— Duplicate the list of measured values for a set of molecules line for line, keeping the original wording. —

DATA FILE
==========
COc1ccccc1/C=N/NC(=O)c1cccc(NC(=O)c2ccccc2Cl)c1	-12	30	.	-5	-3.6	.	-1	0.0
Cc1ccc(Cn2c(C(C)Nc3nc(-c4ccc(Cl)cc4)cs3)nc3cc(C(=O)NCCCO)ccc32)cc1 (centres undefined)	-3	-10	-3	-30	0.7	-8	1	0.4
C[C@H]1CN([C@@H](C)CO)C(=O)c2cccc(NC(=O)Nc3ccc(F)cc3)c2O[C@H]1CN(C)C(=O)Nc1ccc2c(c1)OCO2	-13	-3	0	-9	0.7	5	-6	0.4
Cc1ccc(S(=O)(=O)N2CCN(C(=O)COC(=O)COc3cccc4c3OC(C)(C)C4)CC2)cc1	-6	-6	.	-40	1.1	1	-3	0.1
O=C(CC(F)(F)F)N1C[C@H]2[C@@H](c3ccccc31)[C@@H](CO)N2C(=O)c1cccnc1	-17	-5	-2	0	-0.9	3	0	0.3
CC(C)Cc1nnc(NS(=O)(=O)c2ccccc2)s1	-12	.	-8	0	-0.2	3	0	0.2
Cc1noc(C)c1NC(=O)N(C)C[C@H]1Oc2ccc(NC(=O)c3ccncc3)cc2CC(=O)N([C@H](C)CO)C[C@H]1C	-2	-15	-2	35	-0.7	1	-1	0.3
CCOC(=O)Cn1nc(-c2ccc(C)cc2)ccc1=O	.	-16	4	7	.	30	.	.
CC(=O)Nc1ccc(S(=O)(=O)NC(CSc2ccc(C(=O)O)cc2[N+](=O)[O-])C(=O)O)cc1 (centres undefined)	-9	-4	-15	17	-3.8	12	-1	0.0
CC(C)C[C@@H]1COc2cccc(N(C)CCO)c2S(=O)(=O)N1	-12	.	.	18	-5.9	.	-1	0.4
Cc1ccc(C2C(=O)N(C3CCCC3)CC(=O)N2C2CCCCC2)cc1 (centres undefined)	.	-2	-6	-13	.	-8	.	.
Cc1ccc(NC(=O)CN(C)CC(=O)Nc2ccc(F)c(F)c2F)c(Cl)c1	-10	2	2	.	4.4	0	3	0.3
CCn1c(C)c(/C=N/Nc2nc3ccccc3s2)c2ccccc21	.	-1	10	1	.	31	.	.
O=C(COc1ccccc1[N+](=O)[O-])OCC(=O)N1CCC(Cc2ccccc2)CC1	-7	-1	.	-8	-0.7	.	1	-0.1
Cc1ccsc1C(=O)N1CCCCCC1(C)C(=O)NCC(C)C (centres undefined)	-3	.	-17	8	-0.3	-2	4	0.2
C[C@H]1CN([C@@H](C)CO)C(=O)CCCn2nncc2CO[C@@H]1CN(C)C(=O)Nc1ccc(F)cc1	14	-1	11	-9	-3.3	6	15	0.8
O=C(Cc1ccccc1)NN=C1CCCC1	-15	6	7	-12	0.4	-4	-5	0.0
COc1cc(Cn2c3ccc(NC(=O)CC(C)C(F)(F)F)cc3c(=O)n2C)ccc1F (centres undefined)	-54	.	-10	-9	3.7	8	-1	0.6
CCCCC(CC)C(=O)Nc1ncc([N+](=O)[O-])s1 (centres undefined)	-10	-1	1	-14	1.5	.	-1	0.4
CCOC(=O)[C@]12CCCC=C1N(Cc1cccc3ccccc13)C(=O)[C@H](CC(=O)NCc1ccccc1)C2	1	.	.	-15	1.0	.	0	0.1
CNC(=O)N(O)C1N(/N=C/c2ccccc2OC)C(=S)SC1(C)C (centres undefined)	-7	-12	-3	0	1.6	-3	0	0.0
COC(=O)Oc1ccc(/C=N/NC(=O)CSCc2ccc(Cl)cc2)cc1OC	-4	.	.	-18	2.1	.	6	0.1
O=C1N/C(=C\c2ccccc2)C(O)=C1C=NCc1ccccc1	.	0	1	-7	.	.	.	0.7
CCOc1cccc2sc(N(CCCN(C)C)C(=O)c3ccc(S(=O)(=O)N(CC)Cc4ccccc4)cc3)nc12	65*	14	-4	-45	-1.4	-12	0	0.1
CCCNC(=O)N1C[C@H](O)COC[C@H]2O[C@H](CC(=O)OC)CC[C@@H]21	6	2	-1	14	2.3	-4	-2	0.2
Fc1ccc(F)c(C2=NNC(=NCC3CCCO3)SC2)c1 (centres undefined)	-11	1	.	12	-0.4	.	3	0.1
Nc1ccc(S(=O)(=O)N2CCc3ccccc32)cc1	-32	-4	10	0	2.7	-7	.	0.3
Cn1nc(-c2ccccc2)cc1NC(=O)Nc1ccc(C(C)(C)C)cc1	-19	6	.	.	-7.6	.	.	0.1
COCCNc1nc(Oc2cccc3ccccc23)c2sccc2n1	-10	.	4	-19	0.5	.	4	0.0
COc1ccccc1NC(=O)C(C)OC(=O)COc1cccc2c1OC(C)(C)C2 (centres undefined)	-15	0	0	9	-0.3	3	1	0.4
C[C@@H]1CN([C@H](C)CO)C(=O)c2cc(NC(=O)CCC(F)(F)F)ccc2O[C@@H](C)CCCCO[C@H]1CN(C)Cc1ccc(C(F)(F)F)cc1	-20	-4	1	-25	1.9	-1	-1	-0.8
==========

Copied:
COc1ccccc1/C=N/NC(=O)c1cccc(NC(=O)c2ccccc2Cl)c1	-12	30	.	-5	-3.6	.	-1	0.0
Cc1ccc(Cn2c(C(C)Nc3nc(-c4ccc(Cl)cc4)cs3)nc3cc(C(=O)NCCCO)ccc32)cc1 (centres undefined)	-3	-10	-3	-30	0.7	-8	1	0.4
C[C@H]1CN([C@@H](C)CO)C(=O)c2cccc(NC(=O)Nc3ccc(F)cc3)c2O[C@H]1CN(C)C(=O)Nc1ccc2c(c1)OCO2	-13	-3	0	-9	0.7	5	-6	0.4
Cc1ccc(S(=O)(=O)N2CCN(C(=O)COC(=O)COc3cccc4c3OC(C)(C)C4)CC2)cc1	-6	-6	.	-40	1.1	1	-3	0.1
O=C(CC(F)(F)F)N1C[C@H]2[C@@H](c3ccccc31)[C@@H](CO)N2C(=O)c1cccnc1	-17	-5	-2	0	-0.9	3	0	0.3
CC(C)Cc1nnc(NS(=O)(=O)c2ccccc2)s1	-12	.	-8	0	-0.2	3	0	0.2
Cc1noc(C)c1NC(=O)N(C)C[C@H]1Oc2ccc(NC(=O)c3ccncc3)cc2CC(=O)N([C@H](C)CO)C[C@H]1C	-2	-15	-2	35	-0.7	1	-1	0.3
CCOC(=O)Cn1nc(-c2ccc(C)cc2)ccc1=O	.	-16	4	7	.	30	.	.
CC(=O)Nc1ccc(S(=O)(=O)NC(CSc2ccc(C(=O)O)cc2[N+](=O)[O-])C(=O)O)cc1 (centres undefined)	-9	-4	-15	17	-3.8	12	-1	0.0
CC(C)C[C@@H]1COc2cccc(N(C)CCO)c2S(=O)(=O)N1	-12	.	.	18	-5.9	.	-1	0.4
Cc1ccc(C2C(=O)N(C3CCCC3)CC(=O)N2C2CCCCC2)cc1 (centres undefined)	.	-2	-6	-13	.	-8	.	.
Cc1ccc(NC(=O)CN(C)CC(=O)Nc2ccc(F)c(F)c2F)c(Cl)c1	-10	2	2	.	4.4	0	3	0.3
CCn1c(C)c(/C=N/Nc2nc3ccccc3s2)c2ccccc21	.	-1	10	1	.	31	.	.
O=C(COc1ccccc1[N+](=O)[O-])OCC(=O)N1CCC(Cc2ccccc2)CC1	-7	-1	.	-8	-0.7	.	1	-0.1
Cc1ccsc1C(=O)N1CCCCCC1(C)C(=O)NCC(C)C (centres undefined)	-3	.	-17	8	-0.3	-2	4	0.2
C[C@H]1CN([C@@H](C)CO)C(=O)CCCn2nncc2CO[C@@H]1CN(C)C(=O)Nc1ccc(F)cc1	14	-1	11	-9	-3.3	6	15	0.8
O=C(Cc1ccccc1)NN=C1CCCC1	-15	6	7	-12	0.4	-4	-5	0.0
COc1cc(Cn2c3ccc(NC(=O)CC(C)C(F)(F)F)cc3c(=O)n2C)ccc1F (centres undefined)	-54	.	-10	-9	3.7	8	-1	0.6
CCCCC(CC)C(=O)Nc1ncc([N+](=O)[O-])s1 (centres undefined)	-10	-1	1	-14	1.5	.	-1	0.4
CCOC(=O)[C@]12CCCC=C1N(Cc1cccc3ccccc13)C(=O)[C@H](CC(=O)NCc1ccccc1)C2	1	.	.	-15	1.0	.	0	0.1
CNC(=O)N(O)C1N(/N=C/c2ccccc2OC)C(=S)SC1(C)C (centres undefined)	-7	-12	-3	0	1.6	-3	0	0.0
COC(=O)Oc1ccc(/C=N/NC(=O)CSCc2ccc(Cl)cc2)cc1OC	-4	.	.	-18	2.1	.	6	0.1
O=C1N/C(=C\c2ccccc2)C(O)=C1C=NCc1ccccc1	.	0	1	-7	.	.	.	0.7
CCOc1cccc2sc(N(CCCN(C)C)C(=O)c3ccc(S(=O)(=O)N(CC)Cc4ccccc4)cc3)nc12	65*	14	-4	-45	-1.4	-12	0	0.1
CCCNC(=O)N1C[C@H](O)COC[C@H]2O[C@H](CC(=O)OC)CC[C@@H]21	6	2	-1	14	2.3	-4	-2	0.2
Fc1ccc(F)c(C2=NNC(=NCC3CCCO3)SC2)c1 (centres undefined)	-11	1	.	12	-0.4	.	3	0.1
Nc1ccc(S(=O)(=O)N2CCc3ccccc32)cc1	-32	-4	10	0	2.7	-7	.	0.3
Cn1nc(-c2ccccc2)cc1NC(=O)Nc1ccc(C(C)(C)C)cc1	-19	6	.	.	-7.6	.	.	0.1
COCCNc1nc(Oc2cccc3ccccc23)c2sccc2n1	-10	.	4	-19	0.5	.	4	0.0
COc1ccccc1NC(=O)C(C)OC(=O)COc1cccc2c1OC(C)(C)C2 (centres undefined)	-15	0	0	9	-0.3	3	1	0.4
C[C@@H]1CN([C@H](C)CO)C(=O)c2cc(NC(=O)CCC(F)(F)F)ccc2O[C@@H](C)CCCCO[C@H]1CN(C)Cc1ccc(C(F)(F)F)cc1	-20	-4	1	-25	1.9	-1	-1	-0.8